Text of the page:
Horrible attacks and growing threat “India plans to tackle wild dog problem”

Gruesome attacks and the growing threat of disease means a day of reckoning beckons for the country’s 60m street dogs

The toddler’s father had left him alone for mere minutes – but that was all it took.

Sensing blood, the pack of dogs nudged the playing four-year-old to the floor before sinking their teeth in. His bone-chilling screams alerted passersby but it was too late. Severe lacerations to his neck meant the toddler died before he reached hospital.

The horrific incident, which occurred last month in downtown Hyderabad, one of India’s largest cities, was caught on CCTV and shared widely on social media, igniting a rare national debate about what to do with India’s out-of-control dog population.

“The CCTV recording is clear that stray dogs are attacking and killing humans and there is no ambiguity in it,” said Vikramjeet Singh, a wildlife advisory official from the north of India.

“This Hyderabad attack is a watershed moment and will certainly help strengthen the opinion for culling or for more effective ways of tackling the dogs.”

For generations, Indians have lived side-by-side with stray dogs, which, by 2021, numbered 62 million across the country.

This coexistence is effectively codified in India’s constitution, which implores compassion for animals and sets strict protection laws, but is also rooted in religion. Hinduism, practised by 80 per cent of Indians, teaches that living creatures are holy and should be revered.

But following a spate of highly publicised dog attacks, with the number of dog bites almost doubling between 2012 and 2020, according to Indian government data, many are now challenging the nation’s long-standing canine reverence and asking whether more should be done to put human interests first.

“India has this odd balance where the protection of the dog is supreme and this comes at the expense of a public health standpoint,” says Ramanan Laxminarayan, director of One Health Trust, an Indian public health research body.

“There needs to be more common sense, where we protect animals but also spay, neuter and vaccinate them.”

As per India’s Animal Welfare Board, stray dogs should be sterilised so they can’t reproduce, while vaccines are recommended to control the spread of disease, such as rabies, which still kills tens of thousands of Indians each year.

But without the resources to effectively implement this approach, as is the case across much of India, many are starting to consider culling (which remains illegal, for now) as a means to claim back the country’s streets.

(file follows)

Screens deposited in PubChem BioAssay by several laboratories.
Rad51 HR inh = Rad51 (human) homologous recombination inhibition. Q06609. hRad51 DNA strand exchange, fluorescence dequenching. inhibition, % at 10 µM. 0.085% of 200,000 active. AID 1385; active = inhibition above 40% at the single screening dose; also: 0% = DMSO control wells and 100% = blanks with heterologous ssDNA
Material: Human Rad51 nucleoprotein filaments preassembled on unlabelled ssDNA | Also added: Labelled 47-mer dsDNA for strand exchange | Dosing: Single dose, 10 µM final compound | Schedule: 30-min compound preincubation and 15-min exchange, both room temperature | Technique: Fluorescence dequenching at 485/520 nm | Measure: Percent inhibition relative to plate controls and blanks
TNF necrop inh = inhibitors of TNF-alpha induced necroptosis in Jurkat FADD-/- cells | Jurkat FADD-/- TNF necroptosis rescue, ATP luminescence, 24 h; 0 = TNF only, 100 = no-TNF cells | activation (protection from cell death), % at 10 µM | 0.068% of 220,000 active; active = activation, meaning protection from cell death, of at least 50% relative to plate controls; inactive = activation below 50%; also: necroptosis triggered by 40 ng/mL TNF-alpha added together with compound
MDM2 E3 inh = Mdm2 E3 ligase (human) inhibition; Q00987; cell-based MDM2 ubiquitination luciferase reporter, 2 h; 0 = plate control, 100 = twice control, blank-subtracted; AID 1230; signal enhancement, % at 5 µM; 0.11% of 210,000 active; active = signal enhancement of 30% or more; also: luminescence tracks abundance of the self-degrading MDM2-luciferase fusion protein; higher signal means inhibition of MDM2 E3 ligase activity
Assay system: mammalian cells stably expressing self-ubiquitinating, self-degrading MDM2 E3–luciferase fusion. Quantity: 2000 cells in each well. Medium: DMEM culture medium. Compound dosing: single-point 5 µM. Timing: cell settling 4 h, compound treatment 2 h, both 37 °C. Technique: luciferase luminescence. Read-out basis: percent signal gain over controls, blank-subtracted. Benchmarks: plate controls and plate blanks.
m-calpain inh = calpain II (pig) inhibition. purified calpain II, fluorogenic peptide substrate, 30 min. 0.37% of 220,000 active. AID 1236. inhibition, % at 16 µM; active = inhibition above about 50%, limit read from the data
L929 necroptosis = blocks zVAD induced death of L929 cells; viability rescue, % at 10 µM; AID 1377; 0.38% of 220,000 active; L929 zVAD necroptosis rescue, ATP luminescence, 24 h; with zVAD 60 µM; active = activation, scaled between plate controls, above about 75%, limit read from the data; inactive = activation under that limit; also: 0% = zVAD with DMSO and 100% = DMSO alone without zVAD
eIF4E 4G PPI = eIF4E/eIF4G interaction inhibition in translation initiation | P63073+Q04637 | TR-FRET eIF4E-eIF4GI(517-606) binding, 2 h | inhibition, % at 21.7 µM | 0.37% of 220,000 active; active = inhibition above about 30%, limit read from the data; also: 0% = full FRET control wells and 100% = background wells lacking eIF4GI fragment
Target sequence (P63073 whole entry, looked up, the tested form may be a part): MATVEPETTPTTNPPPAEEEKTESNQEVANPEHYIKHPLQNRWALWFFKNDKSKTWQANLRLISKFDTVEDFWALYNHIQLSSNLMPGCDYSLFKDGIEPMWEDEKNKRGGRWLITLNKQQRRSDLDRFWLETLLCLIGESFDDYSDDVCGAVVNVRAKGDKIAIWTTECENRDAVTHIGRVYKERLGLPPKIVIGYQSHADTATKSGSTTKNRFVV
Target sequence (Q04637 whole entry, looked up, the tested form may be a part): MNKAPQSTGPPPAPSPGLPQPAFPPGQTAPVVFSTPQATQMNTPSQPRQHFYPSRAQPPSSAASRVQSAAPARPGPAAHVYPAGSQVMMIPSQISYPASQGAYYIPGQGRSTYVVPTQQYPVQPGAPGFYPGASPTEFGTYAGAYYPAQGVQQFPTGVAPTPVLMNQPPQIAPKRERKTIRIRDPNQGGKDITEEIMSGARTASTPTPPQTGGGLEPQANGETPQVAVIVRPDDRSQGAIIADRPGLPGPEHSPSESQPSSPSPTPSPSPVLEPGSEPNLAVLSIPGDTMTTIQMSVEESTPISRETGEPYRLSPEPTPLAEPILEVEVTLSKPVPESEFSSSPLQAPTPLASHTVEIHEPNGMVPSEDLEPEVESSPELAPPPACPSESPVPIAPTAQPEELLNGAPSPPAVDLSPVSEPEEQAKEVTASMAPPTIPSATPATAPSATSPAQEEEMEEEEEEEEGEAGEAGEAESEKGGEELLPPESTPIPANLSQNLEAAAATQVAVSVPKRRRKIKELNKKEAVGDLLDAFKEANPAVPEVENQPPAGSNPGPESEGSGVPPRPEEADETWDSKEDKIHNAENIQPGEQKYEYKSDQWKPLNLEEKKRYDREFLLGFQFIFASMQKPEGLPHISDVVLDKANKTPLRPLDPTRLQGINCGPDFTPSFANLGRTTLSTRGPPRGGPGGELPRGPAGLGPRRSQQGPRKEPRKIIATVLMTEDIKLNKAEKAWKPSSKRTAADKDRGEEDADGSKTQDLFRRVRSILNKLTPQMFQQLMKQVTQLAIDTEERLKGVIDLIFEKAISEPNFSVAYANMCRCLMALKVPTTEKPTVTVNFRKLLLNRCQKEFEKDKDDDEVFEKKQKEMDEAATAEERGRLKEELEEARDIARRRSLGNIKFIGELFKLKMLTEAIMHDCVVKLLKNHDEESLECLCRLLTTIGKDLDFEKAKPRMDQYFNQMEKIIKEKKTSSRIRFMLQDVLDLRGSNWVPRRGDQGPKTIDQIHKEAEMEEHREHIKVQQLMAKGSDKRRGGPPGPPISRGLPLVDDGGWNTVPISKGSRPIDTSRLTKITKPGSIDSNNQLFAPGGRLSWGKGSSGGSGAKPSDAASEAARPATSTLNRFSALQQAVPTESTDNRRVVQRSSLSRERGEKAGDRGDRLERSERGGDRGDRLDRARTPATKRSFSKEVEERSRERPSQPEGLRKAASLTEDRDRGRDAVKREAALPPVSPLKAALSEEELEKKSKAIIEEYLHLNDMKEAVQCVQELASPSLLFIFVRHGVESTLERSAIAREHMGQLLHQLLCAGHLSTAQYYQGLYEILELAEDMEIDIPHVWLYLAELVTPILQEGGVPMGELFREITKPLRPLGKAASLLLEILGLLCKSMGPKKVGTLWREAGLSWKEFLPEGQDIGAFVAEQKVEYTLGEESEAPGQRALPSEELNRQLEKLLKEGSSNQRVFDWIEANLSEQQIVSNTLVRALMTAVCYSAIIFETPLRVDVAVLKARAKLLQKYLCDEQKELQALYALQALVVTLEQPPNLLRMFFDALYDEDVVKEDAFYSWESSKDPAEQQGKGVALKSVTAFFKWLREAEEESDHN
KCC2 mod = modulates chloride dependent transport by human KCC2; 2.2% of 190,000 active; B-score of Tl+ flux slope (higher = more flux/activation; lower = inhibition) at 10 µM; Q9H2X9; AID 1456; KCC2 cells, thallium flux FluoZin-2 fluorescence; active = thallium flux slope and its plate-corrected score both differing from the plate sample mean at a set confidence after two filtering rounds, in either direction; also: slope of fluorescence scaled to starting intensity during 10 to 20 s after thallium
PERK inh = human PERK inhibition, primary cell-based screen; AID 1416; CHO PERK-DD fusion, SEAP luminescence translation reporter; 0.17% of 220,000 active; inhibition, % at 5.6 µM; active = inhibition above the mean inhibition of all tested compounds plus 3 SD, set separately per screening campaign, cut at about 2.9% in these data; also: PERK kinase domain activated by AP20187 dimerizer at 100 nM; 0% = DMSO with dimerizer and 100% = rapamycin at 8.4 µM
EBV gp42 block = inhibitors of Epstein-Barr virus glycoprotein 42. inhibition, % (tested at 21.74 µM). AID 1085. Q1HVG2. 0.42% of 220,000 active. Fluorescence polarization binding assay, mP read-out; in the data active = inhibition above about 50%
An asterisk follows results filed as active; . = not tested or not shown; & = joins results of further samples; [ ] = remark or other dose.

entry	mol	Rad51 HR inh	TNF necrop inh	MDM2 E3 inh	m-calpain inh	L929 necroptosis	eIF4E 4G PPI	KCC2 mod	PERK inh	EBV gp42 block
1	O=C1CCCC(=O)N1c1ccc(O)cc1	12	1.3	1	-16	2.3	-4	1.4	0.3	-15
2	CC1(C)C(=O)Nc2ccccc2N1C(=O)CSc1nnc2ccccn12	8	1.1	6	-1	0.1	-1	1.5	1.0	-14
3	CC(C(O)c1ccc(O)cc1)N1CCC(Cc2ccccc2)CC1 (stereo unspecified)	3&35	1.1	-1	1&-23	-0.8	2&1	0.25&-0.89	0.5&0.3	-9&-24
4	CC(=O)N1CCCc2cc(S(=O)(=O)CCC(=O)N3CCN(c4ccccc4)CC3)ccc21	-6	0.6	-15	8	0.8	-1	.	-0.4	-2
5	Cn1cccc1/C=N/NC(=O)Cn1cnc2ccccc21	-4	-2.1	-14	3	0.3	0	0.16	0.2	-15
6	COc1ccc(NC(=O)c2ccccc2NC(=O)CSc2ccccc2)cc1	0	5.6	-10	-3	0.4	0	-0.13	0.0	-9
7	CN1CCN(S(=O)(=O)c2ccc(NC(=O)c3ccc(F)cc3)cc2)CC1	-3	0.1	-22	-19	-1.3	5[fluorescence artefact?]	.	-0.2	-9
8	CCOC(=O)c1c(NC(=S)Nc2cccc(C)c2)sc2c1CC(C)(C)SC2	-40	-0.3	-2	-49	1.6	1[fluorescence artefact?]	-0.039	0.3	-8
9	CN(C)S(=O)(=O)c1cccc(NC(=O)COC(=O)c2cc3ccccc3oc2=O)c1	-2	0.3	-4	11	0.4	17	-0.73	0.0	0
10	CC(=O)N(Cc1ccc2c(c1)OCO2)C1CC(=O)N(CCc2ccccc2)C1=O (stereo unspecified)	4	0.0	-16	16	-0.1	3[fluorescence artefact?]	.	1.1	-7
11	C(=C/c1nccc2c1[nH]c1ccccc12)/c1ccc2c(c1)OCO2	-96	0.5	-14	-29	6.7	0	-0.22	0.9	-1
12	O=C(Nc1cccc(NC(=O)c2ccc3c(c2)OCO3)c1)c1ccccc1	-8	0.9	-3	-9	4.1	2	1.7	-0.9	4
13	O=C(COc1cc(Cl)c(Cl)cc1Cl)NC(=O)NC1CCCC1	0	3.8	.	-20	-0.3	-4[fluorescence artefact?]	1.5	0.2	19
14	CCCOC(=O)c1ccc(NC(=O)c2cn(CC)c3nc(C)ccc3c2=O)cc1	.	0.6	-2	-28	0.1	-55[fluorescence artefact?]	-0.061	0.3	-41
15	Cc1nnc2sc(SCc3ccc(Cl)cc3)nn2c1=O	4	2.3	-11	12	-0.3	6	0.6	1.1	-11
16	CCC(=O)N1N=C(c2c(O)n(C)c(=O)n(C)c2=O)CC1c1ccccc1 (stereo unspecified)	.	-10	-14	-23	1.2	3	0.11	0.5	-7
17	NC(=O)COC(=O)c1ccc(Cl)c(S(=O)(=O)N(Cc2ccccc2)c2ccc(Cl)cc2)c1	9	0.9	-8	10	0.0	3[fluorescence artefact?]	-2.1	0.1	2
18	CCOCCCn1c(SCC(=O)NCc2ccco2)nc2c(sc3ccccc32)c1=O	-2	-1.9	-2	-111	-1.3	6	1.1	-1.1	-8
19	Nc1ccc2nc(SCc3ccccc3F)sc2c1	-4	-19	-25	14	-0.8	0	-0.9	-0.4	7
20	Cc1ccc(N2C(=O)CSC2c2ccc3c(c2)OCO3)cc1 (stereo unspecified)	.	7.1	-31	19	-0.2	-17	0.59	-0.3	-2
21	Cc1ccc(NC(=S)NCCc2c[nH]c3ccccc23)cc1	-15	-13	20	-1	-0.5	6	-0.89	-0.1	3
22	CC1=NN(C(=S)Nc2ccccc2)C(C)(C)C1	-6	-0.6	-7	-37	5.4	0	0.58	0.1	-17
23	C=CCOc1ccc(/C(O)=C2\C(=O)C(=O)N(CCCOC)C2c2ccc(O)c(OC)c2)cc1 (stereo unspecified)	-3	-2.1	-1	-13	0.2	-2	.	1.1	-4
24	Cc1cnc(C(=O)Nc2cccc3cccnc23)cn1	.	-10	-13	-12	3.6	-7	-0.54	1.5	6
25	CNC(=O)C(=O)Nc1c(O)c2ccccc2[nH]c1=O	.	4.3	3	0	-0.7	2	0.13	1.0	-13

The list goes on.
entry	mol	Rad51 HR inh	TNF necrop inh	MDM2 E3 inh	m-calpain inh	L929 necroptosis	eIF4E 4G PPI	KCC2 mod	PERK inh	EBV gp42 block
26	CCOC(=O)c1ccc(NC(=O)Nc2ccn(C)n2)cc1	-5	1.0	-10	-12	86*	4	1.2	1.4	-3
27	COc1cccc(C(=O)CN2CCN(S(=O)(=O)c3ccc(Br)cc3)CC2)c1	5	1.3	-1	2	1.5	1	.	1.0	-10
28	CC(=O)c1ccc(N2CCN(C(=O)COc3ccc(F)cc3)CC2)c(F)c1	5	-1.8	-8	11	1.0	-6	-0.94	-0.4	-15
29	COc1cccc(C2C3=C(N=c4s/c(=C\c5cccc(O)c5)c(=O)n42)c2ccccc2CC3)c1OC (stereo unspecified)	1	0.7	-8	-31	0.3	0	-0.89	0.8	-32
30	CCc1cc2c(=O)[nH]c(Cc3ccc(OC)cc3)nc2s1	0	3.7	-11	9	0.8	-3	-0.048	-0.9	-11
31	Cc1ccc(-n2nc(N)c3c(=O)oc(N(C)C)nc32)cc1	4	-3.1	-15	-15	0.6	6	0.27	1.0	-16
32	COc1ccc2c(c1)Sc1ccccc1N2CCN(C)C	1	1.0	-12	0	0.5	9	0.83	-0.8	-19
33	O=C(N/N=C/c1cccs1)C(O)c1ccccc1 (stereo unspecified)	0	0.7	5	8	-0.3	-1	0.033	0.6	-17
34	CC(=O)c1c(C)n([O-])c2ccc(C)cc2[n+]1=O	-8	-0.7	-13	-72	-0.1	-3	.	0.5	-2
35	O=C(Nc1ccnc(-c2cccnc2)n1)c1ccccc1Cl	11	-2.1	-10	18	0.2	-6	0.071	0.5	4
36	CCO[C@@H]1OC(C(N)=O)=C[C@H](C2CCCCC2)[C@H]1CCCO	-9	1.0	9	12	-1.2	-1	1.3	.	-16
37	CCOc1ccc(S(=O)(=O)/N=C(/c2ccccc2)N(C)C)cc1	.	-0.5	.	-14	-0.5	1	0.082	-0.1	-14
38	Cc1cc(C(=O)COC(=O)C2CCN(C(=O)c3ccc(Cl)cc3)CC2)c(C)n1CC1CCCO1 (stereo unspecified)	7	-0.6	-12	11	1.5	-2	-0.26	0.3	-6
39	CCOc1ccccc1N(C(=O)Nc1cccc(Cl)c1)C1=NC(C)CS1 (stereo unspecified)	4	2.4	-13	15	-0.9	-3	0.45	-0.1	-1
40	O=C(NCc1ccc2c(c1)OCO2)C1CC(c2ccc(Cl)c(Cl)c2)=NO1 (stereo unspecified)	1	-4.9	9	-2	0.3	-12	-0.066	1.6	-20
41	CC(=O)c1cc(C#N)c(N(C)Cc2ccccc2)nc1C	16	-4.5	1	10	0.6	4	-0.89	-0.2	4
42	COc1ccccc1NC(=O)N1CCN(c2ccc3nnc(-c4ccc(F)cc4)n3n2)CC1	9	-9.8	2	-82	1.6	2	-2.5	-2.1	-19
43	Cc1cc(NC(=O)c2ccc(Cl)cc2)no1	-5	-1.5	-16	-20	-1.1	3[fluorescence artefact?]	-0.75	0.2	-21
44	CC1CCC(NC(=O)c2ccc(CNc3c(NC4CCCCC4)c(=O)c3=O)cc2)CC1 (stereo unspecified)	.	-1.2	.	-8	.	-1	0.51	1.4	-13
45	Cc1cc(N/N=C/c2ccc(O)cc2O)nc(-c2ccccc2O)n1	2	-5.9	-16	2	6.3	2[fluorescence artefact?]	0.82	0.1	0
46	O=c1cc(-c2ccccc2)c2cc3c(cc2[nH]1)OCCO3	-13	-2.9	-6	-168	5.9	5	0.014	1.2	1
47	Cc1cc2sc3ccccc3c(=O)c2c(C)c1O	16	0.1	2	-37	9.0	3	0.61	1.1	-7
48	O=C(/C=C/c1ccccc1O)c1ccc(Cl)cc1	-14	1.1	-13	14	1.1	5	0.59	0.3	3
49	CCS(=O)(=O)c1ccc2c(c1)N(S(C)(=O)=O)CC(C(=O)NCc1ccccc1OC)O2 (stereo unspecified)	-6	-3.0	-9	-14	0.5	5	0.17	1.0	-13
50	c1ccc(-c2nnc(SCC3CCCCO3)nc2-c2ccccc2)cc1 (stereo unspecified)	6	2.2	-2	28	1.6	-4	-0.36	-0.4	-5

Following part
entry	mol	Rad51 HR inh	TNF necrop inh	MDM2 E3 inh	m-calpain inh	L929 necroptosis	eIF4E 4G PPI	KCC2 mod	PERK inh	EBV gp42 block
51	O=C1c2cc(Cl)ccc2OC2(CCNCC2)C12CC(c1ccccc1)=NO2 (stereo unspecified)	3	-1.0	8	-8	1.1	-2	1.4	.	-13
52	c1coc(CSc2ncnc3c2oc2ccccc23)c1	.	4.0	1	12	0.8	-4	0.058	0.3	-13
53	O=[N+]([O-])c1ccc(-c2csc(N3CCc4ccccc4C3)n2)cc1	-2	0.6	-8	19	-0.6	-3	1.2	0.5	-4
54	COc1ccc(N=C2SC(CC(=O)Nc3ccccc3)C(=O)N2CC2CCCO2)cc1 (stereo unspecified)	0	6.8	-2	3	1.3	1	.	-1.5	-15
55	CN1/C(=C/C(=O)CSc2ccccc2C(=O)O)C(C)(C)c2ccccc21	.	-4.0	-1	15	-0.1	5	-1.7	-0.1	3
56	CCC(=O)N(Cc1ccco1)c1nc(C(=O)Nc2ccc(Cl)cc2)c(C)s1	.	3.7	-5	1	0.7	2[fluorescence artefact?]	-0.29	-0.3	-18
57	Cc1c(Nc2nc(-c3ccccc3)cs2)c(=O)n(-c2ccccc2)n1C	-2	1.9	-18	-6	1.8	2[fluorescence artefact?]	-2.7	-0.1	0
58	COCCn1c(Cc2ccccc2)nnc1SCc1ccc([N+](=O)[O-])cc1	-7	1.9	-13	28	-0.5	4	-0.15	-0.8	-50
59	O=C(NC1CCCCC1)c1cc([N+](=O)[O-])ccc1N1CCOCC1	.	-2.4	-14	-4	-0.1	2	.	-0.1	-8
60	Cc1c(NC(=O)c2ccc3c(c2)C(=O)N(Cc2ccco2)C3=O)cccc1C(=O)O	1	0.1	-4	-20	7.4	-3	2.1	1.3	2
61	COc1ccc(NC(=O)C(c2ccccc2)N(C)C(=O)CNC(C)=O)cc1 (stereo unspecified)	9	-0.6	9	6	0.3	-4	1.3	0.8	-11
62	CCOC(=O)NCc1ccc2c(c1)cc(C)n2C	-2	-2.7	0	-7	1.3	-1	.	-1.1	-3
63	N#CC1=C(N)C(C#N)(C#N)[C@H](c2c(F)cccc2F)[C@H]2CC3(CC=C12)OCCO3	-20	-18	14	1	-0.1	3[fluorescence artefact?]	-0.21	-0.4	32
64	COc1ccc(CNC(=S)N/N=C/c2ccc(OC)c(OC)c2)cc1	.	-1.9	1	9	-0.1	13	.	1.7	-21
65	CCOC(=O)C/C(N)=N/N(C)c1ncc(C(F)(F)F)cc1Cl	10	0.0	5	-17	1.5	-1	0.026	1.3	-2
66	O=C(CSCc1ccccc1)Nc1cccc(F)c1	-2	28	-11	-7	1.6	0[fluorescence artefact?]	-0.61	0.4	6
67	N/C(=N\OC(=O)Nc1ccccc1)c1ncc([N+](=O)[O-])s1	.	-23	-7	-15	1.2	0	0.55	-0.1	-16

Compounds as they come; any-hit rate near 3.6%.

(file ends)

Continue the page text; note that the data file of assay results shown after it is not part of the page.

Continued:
Bite of passage

Throughout rural and urban India, packs of stray dogs roam the streets. They are often territorial and can attack people who walk through their patch, particularly at night when the temperature drops and they are more active.

In Delhi, it was a painful rite of passage among the foreign correspondents to have been bitten by one of the city’s street dogs. One unlucky reporter was infamously attacked on his first day in the country.

More than 6.8 million Indians were bitten by stray dogs in 2020, according to Indian government data, up from 3.9 million in 2012. Yet the latest figures are still believed to be a considerable undercount.

These attacks can sometimes turn deadly. On Tuesday, two stray dogs entered a hospital ward in the Sirohi district of India’s western state of Rajasthan, before mauling a one-month-old baby to death while his mother slept.

And, two weeks ago, in Uttar Pradesh, a seven-year-old boy was killed by a pack of dogs while playing near his home in the village of Bilaspur.

Clearly, the attack in Hyderabad was not unique – and only captured the attention of the public having been caught on camera and then shared via social media.

But violent attacks aren’t the only risk associated with India’s stray dogs. Rabies poses an even greater threat, with the country accounting for over one-third of global deaths from the disease.

Rabies, which is transmitted in the saliva of an infected animal and causes inflammation of the brain, proving fatal if not treated immediately with vaccination, still kills around 20,000 Indians annually, according to the World Health Organisation.

“India has the highest rabies burden in the world and it is because of the street dogs who are protected quite strongly by law. But these same street dogs cause tens of thousands of bites in major Indian cities every day,” says Laxminarayan.

Although vaccination is an effective tool for combating the spread of rabies, many Indian states have rolled back their inoculation campaigns in recent years.

Kerala, which ranks highest on India’s Human Development Index, has seen the number of dogs in the state infected with rabies double since 2017, according to government data.

Public health experts from the region cite a shortage of doses and a lack of vaccinated healthcare professionals.